A new social media platform that runs online forums as an alternative to telephone town hall meetings is launching a political arm in January. Cantor plans to test the tool next year, and it could become the next way lawmakers connect with constituents.
Online town hall meetings worked so well for the winner of “The Bachelorette” that Speaker John A. Boehner is willing to give them a try.
CrowdHall, a new social media platform that runs Reddit-style online forums, is launching a political arm in January and has won the top two House Republicans as its first converts. Boehner, R-Ohio, and Majority Leader Eric Cantor, R-Va., plan to test the tool at the start of the 113th Congress, and if Americans have as many questions for Republicans as they did for “The Bachelorette” winner, the startup will have scored a big victory.
Technology companies, especially social media firms, make hundreds of presentations on Capitol Hill every year in hopes of snagging congressional clients to validate their products.
“The key to the whole thing is a) the volume and b) the nature of the dialogue itself,” said Matt Lira, who manages digital media for the House Republican Conference. “If it becomes an unsavory comment board, then it’s not worth our engagement.”
CrowdHall co-founder Jordan Menzel pitches the service as a digital alternative to the telephone town hall, which appeals primarily to older constituents and costs thousands of dollars per session.
“People try to host Q-and-As on Twitter all the time; it’s an exhausting process, and the content is immediately lost,” said Menzel, who is in Washington this week promoting his company with members.
House lawmakers are relatively free to partner with third-party websites, as long as they have separate accounts for campaign and legislative activities. But a quagmire of outdated Senate rules governing the use of social media makes the sell harder in that chamber.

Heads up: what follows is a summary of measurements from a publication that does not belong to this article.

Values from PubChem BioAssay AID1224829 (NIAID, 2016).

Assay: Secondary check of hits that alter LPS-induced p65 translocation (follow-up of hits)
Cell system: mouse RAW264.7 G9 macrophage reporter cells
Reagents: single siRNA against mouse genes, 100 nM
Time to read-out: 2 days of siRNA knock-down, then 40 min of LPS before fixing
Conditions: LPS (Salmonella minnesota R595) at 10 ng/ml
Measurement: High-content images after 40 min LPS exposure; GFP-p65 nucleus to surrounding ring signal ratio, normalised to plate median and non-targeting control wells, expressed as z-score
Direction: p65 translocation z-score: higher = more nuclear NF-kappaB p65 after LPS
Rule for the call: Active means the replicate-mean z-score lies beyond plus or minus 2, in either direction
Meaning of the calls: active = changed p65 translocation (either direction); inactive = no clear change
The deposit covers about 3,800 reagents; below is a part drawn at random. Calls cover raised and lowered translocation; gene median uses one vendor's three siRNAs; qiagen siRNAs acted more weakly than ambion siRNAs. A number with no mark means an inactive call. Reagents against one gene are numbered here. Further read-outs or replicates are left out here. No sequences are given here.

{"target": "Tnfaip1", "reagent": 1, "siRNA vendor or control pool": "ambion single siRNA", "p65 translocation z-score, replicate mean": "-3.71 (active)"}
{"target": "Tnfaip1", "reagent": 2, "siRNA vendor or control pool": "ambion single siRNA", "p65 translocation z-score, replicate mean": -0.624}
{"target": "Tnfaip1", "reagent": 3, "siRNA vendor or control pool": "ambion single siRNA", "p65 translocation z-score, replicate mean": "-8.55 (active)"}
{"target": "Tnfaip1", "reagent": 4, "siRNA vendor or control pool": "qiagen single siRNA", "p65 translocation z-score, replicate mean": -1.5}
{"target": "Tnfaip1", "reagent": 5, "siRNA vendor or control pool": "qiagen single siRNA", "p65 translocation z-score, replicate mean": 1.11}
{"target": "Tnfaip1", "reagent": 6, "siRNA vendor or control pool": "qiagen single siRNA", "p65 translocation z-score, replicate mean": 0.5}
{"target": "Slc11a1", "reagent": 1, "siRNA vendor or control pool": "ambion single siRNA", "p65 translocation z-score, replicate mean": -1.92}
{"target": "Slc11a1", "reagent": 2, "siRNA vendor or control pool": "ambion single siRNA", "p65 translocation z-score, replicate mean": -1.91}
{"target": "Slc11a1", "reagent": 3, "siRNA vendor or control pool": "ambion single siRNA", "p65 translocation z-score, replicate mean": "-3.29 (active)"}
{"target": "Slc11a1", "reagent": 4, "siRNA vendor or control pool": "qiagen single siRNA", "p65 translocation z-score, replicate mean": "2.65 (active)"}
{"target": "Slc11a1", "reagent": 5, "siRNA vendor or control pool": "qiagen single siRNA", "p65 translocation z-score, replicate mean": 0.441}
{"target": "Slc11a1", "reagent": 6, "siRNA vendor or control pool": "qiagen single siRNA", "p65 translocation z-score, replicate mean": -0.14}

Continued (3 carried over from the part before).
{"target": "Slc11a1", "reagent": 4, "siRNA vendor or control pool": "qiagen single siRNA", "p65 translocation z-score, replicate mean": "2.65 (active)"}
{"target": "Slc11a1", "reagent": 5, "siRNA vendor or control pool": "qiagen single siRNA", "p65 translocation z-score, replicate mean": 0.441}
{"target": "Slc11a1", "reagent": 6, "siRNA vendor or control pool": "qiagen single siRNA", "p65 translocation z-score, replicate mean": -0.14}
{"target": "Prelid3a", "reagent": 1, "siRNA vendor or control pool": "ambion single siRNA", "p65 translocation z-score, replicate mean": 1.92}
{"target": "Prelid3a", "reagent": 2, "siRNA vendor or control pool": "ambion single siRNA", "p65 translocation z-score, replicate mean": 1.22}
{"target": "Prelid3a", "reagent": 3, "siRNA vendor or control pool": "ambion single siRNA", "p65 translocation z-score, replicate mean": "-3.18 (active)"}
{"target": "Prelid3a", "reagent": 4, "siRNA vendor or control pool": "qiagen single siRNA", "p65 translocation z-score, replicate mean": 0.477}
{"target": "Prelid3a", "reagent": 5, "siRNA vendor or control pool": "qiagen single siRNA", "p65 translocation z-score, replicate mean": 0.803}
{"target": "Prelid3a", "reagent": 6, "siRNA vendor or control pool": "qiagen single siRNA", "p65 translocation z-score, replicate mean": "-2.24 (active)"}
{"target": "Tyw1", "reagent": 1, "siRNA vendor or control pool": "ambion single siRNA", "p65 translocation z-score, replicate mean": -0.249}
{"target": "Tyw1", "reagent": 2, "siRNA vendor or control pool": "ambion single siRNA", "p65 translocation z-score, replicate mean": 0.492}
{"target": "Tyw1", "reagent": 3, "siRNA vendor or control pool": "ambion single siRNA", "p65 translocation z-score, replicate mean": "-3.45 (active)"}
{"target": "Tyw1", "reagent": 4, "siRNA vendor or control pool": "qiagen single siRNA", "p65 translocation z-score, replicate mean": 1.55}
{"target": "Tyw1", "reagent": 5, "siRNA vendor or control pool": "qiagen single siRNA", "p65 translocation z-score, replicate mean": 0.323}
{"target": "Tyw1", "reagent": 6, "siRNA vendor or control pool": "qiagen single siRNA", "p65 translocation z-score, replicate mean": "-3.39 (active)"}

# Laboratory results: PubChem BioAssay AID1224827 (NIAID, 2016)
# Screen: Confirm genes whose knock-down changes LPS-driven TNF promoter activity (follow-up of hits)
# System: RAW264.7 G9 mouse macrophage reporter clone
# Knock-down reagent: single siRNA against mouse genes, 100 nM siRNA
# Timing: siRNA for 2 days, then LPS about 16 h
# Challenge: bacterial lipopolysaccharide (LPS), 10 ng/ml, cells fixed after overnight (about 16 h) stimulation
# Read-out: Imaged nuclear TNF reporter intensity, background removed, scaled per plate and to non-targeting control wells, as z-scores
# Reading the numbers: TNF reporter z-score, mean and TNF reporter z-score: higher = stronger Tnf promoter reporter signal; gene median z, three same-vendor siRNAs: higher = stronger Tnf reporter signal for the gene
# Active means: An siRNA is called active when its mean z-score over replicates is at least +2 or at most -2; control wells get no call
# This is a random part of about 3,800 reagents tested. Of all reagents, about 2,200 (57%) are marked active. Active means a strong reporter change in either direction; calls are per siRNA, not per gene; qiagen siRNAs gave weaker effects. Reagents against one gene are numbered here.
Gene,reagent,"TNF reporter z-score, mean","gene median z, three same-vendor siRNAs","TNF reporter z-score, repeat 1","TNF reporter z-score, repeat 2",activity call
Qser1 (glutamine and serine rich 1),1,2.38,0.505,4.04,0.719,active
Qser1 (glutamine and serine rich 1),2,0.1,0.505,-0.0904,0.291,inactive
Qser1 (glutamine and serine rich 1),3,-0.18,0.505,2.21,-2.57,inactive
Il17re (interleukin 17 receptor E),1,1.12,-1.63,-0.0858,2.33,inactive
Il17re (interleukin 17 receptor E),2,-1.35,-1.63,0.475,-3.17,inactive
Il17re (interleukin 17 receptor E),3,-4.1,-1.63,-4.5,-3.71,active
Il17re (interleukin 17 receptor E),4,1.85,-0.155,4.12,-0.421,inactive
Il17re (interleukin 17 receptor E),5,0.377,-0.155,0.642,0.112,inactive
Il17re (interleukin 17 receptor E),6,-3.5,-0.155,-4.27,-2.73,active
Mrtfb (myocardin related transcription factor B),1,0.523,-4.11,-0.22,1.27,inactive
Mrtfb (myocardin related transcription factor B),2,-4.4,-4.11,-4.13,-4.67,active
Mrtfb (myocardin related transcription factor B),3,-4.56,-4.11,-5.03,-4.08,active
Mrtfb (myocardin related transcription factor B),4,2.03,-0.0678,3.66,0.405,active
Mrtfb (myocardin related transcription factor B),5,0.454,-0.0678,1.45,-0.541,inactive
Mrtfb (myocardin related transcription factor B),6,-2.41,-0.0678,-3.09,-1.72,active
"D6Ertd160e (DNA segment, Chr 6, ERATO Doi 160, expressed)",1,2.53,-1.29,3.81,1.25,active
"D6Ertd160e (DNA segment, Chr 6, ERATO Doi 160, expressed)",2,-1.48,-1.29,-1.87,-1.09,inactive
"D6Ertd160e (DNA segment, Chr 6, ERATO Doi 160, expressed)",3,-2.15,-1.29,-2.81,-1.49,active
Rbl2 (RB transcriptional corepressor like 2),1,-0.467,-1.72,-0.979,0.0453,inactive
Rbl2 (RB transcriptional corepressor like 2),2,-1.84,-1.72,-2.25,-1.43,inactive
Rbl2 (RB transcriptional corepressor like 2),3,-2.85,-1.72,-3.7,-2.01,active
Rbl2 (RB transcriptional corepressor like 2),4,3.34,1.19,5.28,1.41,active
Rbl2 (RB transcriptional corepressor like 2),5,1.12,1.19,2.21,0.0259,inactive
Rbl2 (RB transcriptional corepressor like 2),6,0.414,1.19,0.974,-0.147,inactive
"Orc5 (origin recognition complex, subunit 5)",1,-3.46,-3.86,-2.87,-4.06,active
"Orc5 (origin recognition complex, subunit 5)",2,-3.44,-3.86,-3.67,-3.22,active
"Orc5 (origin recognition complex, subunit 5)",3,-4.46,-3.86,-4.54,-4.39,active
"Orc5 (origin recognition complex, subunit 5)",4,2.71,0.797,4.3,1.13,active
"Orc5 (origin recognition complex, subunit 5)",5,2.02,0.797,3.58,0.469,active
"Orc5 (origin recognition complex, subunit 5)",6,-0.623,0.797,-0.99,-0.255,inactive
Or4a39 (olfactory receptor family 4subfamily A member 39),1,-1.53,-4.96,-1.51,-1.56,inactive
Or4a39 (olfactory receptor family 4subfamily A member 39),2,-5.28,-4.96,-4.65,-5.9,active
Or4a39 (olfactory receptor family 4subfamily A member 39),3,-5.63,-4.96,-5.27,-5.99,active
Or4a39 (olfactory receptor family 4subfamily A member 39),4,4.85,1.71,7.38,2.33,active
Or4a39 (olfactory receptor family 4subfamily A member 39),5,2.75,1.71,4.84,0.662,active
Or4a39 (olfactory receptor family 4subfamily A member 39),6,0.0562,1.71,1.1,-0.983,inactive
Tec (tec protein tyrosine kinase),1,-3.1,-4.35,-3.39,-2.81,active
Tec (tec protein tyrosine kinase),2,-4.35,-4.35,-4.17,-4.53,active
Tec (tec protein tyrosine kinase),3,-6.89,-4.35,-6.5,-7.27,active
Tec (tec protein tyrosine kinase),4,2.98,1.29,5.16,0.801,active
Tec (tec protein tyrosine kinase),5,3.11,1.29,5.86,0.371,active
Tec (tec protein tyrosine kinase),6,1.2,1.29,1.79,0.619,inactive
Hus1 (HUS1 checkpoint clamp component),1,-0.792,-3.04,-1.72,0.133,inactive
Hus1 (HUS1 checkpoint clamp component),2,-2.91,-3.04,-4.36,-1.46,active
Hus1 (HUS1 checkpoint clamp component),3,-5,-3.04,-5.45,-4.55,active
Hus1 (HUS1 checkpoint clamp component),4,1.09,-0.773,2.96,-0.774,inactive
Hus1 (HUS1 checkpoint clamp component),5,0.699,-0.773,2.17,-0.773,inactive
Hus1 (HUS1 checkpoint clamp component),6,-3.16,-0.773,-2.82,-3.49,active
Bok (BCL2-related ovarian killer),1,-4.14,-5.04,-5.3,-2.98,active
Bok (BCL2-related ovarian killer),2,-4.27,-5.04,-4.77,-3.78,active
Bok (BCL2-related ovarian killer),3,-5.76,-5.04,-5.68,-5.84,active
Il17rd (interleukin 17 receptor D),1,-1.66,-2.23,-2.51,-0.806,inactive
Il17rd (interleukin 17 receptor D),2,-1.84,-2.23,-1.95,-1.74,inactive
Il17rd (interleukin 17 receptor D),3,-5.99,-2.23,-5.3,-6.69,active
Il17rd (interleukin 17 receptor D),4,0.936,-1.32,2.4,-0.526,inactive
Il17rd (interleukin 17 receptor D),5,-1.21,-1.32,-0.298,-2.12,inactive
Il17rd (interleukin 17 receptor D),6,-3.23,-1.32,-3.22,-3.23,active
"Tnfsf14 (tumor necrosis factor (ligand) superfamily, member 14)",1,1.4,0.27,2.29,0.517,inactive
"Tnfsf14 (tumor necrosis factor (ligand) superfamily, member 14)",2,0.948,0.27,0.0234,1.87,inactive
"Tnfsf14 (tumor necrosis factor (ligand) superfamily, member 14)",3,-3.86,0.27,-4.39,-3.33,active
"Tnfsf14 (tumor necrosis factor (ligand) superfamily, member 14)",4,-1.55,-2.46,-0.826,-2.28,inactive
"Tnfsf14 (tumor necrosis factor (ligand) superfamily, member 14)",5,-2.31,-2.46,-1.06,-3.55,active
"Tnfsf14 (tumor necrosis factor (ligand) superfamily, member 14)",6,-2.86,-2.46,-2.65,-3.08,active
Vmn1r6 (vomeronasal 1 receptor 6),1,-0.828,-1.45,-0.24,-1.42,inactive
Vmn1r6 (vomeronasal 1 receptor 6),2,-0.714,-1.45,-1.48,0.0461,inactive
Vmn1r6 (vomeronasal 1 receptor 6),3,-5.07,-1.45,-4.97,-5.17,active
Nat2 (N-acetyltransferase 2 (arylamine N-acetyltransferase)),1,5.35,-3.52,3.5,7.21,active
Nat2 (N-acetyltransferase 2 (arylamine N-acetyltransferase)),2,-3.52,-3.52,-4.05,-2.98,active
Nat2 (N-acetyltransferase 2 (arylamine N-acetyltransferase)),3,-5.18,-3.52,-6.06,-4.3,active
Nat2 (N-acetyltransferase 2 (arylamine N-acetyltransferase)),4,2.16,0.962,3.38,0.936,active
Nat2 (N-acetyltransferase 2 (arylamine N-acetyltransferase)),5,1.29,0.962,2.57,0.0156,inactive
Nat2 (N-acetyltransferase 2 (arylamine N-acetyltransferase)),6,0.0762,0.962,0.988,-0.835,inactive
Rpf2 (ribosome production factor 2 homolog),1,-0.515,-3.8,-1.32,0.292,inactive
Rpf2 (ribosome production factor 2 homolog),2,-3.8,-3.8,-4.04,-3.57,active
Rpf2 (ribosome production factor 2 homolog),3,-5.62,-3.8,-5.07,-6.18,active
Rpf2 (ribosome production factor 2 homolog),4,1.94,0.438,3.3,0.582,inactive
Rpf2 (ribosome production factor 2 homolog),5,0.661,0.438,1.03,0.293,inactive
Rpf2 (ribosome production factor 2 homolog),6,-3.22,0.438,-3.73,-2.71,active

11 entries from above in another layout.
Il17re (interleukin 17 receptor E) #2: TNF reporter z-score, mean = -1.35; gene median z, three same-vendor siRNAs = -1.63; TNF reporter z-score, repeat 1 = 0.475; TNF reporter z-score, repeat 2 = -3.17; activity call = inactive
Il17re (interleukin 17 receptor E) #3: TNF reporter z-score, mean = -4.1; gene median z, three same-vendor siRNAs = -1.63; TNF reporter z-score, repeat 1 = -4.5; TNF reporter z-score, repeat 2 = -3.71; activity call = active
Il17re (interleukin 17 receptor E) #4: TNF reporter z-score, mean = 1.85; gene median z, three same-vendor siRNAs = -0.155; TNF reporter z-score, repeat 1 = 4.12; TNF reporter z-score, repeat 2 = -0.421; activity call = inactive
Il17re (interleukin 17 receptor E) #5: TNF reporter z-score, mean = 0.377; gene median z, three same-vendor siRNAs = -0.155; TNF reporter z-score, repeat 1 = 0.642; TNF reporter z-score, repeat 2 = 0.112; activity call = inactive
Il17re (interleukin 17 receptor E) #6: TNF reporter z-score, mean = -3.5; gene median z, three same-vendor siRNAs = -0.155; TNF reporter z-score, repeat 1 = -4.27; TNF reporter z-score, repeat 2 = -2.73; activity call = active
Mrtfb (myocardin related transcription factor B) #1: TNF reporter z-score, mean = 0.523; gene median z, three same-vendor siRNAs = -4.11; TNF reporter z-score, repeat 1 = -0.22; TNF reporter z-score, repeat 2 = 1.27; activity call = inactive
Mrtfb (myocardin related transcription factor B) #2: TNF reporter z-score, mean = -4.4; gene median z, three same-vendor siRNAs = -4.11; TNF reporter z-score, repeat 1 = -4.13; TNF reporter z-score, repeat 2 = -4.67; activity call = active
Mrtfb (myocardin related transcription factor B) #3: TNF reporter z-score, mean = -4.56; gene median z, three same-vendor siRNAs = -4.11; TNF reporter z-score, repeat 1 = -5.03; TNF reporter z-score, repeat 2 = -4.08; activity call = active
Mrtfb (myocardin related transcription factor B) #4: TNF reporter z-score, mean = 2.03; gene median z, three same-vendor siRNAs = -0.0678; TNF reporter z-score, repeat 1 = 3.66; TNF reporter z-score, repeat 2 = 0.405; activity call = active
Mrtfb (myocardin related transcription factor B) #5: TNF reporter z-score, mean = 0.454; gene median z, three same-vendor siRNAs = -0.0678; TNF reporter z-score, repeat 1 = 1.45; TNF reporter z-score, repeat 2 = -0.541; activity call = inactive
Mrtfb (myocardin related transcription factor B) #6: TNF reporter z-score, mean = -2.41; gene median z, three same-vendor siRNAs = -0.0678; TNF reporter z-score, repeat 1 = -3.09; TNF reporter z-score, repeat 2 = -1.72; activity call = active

The Senate Rules Committee has approved the use of YouTube, Facebook, Twitter and Flickr but put the kibosh on Tumblr accounts, which the White House used during the 2012 campaign. Senate offices cannot buy online advertising — although House members can — and are encouraged to avoid posting official content to websites that have excessive advertising.
CrowdHall’s public town halls are free and open to anyone who creates an account. A three-hour forum hosted last summer by Jef Holm, the 2012 winner of ABC’s reality dating game show “The Bachelorette,” generated 100,000 page views, with each user spending an average of 13 minutes on the page, Menzel said.
The firm has no plans to run advertisements on pages featuring political content. It also has sold more specialized features to private institutions and agencies such as Columbia University and USAID. Fees for these services range from $1,500 to $7,500.
Menzel said user responses would help shine a light on politicians who try to evade their questions.
“If he is asked question A and gives the answer to question Z, great. Capture that awkward moment and have the conversation,” he said.
Vice President Joe Biden waits to conduct a mock swearing-in ceremony with Sen. Brian Schatz, D-Hawaii, in the Capitol's Old Senate Chamber, December 2, 2014. Schatz was sworn in to serve the remainder of his term since he was appointed to the seat after Sen. Daniel Inouye, D-Hawaii, passed away.